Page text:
TBY talks to Miguel Centanaro, President of Ferrolat, on the urgent need to invest in Colombia's railways, construction of the Ferropetrol line, and the company's targets for the year.

 Miguel Centanaro
Miguel Centanaro was a business administrator at the University of Cartagena, a recipient of the National Research Award (Analdex), and a candidate for a doctorate of business administration at the University of Liverpool. He has over 30 years of experience in formulating, evaluating, and structuring projects. In addition to Cenconsas and Ferropetrol, he is also the President of Francolex, Kunzell, and Constructora Tibabita. He has been an advisor for more than 30 bills and has outlined four successful railway APPs as well as 12 building APPs, airports, roads, tunnels, and parks throughout Colombia.

How would you characterize the current state of Colombia's rail projects?

There are currently seven rail projects in Colombia and an additional three under preparation. Taken together, these amount to more than 2,500km and would make a complete national railroad system. The country already moves more than 300 million tons of freight each year, domestically and internationally; therefore, we need an efficient transport system such as railroads. We have a developed system of trucks, but the cost is higher and less efficient than rail. Since our goal is to develop an entire national railway system of more than 2,500km, we need the help of big investors such as JP Morgan or Goldman Sachs. We also need an excellent construction company that knows how to build railroads and the requisite infrastructure, not to mention the help we will need from manufacturers of locomotives such as GE and Bombardier. In addition to an excellent operator, we also need help from the producers of the freight and the companies that make and move the products. We have made some contacts with foreign companies; however, when they see the state of the Colombian railway system, they prefer to remain in a waiting position. We also need the support of the government, which cannot wait until firms simply come to Colombia of their own volition and develop the railroad system: it first has to help make it more attractive. It is not because we do not have a sovereign guarantee that we do not want one; not only do we need the signature of the Minister of Finance, we also need the assistance of the President, the Vice President—who is in charge of infrastructure development in Colombia—the Minister of Transport, and the Minister of the Environment. Indeed, we need the help of every manager in the Colombian government if we are ever to develop this country's railroads.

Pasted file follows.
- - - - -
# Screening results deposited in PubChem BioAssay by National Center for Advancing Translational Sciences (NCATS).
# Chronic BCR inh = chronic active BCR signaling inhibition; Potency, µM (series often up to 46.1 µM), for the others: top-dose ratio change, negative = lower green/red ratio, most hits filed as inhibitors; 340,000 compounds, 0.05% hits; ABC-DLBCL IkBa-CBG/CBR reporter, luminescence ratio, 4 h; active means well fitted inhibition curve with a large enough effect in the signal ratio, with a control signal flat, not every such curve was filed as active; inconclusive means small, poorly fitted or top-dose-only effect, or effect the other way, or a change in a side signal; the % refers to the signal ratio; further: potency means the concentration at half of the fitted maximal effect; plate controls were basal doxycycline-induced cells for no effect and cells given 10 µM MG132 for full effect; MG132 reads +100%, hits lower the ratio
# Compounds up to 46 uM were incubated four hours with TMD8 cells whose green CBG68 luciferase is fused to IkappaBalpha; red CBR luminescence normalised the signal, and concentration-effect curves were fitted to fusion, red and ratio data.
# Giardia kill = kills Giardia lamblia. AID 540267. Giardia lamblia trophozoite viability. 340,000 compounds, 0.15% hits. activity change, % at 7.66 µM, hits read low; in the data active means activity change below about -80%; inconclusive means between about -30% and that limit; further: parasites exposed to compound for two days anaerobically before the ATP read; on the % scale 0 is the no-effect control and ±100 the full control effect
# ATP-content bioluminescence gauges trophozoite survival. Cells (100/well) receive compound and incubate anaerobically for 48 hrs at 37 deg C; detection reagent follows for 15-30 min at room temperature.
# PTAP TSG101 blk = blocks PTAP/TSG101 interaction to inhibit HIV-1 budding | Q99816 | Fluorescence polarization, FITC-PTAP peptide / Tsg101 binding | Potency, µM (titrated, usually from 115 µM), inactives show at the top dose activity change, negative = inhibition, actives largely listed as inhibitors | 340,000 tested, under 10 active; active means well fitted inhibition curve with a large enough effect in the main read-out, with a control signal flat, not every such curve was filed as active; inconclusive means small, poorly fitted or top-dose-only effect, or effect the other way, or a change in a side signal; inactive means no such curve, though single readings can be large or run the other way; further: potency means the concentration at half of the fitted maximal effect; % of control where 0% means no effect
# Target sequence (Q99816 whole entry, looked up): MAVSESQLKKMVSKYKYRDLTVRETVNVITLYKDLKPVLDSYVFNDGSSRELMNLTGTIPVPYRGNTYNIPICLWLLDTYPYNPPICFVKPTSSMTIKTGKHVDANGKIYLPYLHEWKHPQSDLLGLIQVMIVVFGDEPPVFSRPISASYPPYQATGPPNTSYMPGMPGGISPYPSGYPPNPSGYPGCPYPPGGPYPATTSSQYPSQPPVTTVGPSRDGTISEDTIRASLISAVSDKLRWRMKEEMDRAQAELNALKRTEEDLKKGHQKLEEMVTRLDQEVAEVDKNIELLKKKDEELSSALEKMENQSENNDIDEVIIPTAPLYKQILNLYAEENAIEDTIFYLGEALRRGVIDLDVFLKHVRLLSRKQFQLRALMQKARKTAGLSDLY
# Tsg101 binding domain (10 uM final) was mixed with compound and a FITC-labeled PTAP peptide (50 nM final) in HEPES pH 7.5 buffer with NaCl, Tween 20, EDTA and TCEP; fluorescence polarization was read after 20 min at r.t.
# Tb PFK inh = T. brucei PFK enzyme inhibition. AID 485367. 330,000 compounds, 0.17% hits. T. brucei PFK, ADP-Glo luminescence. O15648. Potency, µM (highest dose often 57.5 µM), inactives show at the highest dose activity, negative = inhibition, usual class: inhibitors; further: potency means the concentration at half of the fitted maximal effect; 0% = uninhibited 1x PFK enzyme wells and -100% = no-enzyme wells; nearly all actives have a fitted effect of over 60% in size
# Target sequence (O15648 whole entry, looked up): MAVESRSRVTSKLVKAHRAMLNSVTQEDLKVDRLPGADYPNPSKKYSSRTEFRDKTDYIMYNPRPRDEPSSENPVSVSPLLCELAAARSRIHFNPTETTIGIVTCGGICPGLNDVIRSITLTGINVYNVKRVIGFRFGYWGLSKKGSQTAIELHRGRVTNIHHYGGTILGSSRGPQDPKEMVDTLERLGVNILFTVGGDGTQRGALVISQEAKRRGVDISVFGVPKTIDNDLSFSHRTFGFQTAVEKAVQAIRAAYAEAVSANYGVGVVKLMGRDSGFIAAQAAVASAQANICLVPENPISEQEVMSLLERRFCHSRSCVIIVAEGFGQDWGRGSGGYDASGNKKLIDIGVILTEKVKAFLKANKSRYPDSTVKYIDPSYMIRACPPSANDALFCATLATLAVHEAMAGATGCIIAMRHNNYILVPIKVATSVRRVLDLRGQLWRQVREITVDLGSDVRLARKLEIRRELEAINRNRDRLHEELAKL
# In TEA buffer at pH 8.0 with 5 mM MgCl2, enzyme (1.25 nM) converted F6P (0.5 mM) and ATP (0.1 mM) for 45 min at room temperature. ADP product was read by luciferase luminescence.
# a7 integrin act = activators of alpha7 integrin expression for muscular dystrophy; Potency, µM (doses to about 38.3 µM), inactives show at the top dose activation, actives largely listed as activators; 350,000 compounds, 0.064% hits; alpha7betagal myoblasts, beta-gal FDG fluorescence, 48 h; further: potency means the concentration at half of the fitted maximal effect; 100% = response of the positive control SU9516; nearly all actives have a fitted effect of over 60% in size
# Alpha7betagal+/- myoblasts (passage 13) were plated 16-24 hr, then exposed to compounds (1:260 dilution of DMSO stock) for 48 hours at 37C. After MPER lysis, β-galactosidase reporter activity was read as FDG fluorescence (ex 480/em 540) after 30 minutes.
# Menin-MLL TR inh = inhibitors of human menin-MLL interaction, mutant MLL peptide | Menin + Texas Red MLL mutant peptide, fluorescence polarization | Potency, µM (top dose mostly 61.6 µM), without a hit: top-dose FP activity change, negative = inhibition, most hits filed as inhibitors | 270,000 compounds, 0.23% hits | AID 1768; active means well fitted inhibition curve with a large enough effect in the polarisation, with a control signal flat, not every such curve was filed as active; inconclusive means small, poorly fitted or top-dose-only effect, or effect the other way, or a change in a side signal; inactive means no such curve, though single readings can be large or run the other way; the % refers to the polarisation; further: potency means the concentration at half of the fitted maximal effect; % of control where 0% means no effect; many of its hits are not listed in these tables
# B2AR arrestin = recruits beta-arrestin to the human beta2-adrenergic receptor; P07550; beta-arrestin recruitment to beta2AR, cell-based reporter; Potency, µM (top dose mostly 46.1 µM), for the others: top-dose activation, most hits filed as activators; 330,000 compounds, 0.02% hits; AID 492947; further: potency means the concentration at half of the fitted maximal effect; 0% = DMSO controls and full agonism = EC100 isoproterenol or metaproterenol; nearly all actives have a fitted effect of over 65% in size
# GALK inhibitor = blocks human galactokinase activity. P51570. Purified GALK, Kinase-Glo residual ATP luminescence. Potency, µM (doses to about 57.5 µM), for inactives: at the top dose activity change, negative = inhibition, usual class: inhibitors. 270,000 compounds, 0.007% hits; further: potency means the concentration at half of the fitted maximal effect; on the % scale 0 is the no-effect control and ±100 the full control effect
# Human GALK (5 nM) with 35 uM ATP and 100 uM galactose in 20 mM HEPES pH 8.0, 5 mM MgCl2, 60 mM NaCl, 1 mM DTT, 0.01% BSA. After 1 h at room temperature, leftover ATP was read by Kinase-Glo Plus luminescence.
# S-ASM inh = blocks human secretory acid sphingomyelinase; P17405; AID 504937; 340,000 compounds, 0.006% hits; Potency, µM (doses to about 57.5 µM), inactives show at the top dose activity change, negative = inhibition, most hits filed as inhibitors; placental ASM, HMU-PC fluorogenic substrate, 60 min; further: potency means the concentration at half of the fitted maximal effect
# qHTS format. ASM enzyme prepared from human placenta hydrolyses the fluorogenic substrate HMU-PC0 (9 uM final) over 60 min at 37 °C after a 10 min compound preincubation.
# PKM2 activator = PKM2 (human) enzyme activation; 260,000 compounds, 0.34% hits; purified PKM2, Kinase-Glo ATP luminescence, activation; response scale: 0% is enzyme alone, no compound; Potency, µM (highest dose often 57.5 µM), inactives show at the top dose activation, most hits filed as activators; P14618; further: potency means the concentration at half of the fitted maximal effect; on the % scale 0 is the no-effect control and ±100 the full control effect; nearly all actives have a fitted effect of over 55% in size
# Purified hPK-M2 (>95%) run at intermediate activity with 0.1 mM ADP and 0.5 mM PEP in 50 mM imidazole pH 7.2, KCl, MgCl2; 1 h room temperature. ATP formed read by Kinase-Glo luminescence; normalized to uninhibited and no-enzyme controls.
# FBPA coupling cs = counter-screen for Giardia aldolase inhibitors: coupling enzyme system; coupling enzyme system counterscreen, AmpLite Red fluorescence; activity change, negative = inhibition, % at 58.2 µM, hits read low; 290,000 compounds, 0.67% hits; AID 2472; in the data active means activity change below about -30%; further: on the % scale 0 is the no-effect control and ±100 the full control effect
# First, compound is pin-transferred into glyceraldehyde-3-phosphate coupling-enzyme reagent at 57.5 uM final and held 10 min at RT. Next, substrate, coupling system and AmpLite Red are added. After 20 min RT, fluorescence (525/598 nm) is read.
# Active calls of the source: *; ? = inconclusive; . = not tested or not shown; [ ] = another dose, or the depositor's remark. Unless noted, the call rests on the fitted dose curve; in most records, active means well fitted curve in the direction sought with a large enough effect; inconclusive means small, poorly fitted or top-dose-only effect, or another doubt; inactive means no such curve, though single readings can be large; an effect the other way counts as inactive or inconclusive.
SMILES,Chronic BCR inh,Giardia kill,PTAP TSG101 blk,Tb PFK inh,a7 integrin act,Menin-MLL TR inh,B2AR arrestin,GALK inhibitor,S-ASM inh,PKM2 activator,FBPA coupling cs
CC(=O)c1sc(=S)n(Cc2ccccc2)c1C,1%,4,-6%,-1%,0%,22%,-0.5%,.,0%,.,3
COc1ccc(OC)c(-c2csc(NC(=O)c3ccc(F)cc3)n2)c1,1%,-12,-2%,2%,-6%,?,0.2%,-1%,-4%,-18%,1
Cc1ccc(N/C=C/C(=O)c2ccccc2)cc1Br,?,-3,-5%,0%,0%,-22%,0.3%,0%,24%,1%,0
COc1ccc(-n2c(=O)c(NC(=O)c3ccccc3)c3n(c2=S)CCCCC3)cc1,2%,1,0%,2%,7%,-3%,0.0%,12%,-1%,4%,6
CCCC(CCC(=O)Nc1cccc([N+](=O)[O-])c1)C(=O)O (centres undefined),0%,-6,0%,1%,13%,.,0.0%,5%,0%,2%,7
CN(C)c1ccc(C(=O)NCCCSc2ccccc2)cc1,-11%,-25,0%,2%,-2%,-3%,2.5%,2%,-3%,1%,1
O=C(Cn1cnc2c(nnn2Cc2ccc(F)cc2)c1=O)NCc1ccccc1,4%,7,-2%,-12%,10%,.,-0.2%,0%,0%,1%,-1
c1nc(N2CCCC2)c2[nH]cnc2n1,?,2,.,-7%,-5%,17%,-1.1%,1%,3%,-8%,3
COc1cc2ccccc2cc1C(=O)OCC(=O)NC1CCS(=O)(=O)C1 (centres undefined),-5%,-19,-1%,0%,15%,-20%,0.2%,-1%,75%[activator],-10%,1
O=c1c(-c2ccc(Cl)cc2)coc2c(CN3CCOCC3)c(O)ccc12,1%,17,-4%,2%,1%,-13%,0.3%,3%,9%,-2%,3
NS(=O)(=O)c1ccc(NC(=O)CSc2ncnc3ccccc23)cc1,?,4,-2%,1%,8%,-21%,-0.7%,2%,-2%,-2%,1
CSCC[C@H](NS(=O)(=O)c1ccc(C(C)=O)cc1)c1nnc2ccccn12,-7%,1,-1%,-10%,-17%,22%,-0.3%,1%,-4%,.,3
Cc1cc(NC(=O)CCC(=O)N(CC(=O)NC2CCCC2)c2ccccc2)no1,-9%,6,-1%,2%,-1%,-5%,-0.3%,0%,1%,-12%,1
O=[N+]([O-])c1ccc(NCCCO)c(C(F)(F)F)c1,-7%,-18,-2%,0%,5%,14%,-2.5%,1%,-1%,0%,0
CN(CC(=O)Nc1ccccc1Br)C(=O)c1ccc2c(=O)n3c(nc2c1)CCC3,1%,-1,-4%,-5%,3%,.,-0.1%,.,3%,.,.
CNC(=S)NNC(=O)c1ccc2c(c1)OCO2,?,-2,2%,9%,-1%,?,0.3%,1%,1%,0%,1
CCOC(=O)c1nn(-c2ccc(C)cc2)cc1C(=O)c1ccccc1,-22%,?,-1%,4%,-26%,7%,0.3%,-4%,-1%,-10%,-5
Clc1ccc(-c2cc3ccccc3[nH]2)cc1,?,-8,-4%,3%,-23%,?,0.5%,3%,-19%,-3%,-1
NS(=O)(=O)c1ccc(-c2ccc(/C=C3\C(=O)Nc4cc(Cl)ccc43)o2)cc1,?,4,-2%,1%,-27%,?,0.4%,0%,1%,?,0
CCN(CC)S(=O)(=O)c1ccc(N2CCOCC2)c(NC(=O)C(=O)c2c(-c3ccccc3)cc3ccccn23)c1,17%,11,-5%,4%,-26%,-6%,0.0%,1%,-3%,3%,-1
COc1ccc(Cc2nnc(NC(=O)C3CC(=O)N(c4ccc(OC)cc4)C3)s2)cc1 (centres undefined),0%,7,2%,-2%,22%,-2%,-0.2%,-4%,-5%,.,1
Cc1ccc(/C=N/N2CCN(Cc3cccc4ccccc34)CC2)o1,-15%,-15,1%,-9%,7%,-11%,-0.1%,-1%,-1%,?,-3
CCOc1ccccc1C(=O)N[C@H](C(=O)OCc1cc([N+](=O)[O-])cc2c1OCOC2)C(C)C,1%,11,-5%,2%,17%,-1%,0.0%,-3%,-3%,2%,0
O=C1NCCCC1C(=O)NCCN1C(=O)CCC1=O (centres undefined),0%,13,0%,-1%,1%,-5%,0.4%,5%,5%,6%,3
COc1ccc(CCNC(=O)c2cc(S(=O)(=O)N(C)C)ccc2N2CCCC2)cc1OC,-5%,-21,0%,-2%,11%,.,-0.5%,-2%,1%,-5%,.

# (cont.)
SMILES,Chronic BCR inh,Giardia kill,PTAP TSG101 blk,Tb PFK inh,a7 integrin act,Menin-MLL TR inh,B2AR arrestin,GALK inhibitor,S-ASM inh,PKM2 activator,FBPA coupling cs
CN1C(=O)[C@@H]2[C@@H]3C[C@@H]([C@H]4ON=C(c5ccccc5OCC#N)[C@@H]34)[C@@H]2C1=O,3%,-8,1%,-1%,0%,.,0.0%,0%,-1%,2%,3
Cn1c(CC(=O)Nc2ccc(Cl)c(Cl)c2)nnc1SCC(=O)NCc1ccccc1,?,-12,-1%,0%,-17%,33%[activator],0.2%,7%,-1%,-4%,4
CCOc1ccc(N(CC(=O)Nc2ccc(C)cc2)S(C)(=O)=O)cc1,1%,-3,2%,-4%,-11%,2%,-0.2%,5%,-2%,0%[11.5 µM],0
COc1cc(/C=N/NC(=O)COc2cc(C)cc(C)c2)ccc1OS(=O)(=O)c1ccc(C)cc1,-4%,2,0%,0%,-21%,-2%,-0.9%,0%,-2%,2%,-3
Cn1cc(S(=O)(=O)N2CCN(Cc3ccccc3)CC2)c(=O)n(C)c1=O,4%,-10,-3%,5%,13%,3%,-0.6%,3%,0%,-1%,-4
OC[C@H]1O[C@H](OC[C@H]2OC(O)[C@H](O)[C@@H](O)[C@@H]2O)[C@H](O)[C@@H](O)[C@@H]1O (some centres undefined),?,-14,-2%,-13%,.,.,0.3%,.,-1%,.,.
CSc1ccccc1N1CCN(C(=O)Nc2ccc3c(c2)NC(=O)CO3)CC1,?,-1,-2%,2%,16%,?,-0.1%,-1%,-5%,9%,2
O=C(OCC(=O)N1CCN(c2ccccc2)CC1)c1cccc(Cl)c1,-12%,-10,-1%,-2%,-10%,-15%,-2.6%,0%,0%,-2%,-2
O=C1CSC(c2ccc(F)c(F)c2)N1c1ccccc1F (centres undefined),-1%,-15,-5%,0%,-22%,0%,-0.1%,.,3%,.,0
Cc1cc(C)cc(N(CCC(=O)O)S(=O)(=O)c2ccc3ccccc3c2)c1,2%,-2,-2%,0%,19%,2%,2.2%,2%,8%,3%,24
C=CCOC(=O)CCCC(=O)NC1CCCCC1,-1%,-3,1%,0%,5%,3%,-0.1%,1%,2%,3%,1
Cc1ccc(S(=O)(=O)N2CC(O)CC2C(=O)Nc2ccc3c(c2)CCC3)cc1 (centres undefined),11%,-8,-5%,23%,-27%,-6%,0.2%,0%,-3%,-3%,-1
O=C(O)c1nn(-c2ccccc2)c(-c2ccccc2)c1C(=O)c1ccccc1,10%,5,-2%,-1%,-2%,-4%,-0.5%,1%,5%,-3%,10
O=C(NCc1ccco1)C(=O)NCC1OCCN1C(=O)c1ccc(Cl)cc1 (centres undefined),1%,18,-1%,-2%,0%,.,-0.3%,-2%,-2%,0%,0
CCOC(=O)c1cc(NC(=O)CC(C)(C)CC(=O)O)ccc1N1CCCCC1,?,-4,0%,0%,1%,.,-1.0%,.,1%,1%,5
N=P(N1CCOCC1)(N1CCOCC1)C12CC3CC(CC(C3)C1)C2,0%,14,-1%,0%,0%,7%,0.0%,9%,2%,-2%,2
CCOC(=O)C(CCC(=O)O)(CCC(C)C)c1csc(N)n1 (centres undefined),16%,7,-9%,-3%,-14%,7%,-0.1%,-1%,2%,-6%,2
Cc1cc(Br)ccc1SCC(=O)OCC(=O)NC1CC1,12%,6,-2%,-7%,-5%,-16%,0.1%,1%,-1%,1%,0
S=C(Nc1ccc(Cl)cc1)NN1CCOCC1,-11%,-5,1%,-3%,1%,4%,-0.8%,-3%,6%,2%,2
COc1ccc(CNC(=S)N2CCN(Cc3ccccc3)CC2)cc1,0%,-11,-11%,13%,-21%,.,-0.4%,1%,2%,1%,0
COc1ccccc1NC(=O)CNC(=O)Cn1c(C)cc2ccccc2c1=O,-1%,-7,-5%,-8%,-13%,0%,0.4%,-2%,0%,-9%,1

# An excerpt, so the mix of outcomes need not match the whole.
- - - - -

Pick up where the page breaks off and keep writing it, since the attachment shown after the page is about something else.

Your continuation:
Despite the lack of a master plan, how would you describe the current level of interest from foreign firms?

I see that companies are interested; however, if there is no clear path for how to move forward with the project, they ultimately lose faith. For example, we had three large Chinese companies that expressed interest in winning a contract to build Colombia's railroad infrastructure; however, who will hand out this contract? We need investors; we need political and financial institutions, companies that will make the loans, and companies to handle the logistics and operations. We need many companies to be involved in the development of Colombia's railroads. There are companies that are interested; however, if they do not see concomitant interest on the part of the government, then the whole project looks like a mere private undertaking, when in reality it needs to be a national project.

What is the timeline for beginning construction of the Ferropetrol line?

We still do not know. The original date was January 2017, but that is no longer the case. What needs to happen is a great collective effort in which everyone joins forces: all the builders, generators, the entire government and all the financial institutions and investors—we need to bring them all together to develop Colombia's railway system. Maybe a year or two after all the relevant parties have sat down together the construction of the railroads can begin.

What goals do you hope to accomplish by the end of 2017?

By the end of 2017, we would like to have a structure and company that goes beyond our status as just the Ferropetrol project development company, but has become a fully fledged railroad holding company called Ferrolat and has brought all the relevant concessioners, builders, constructors, and operators into the fold of one company whose sole objective is to develop Colombia's railroad system. Not one but all seven projects. By the end of 2017, we will have this structure up and running in Colombia.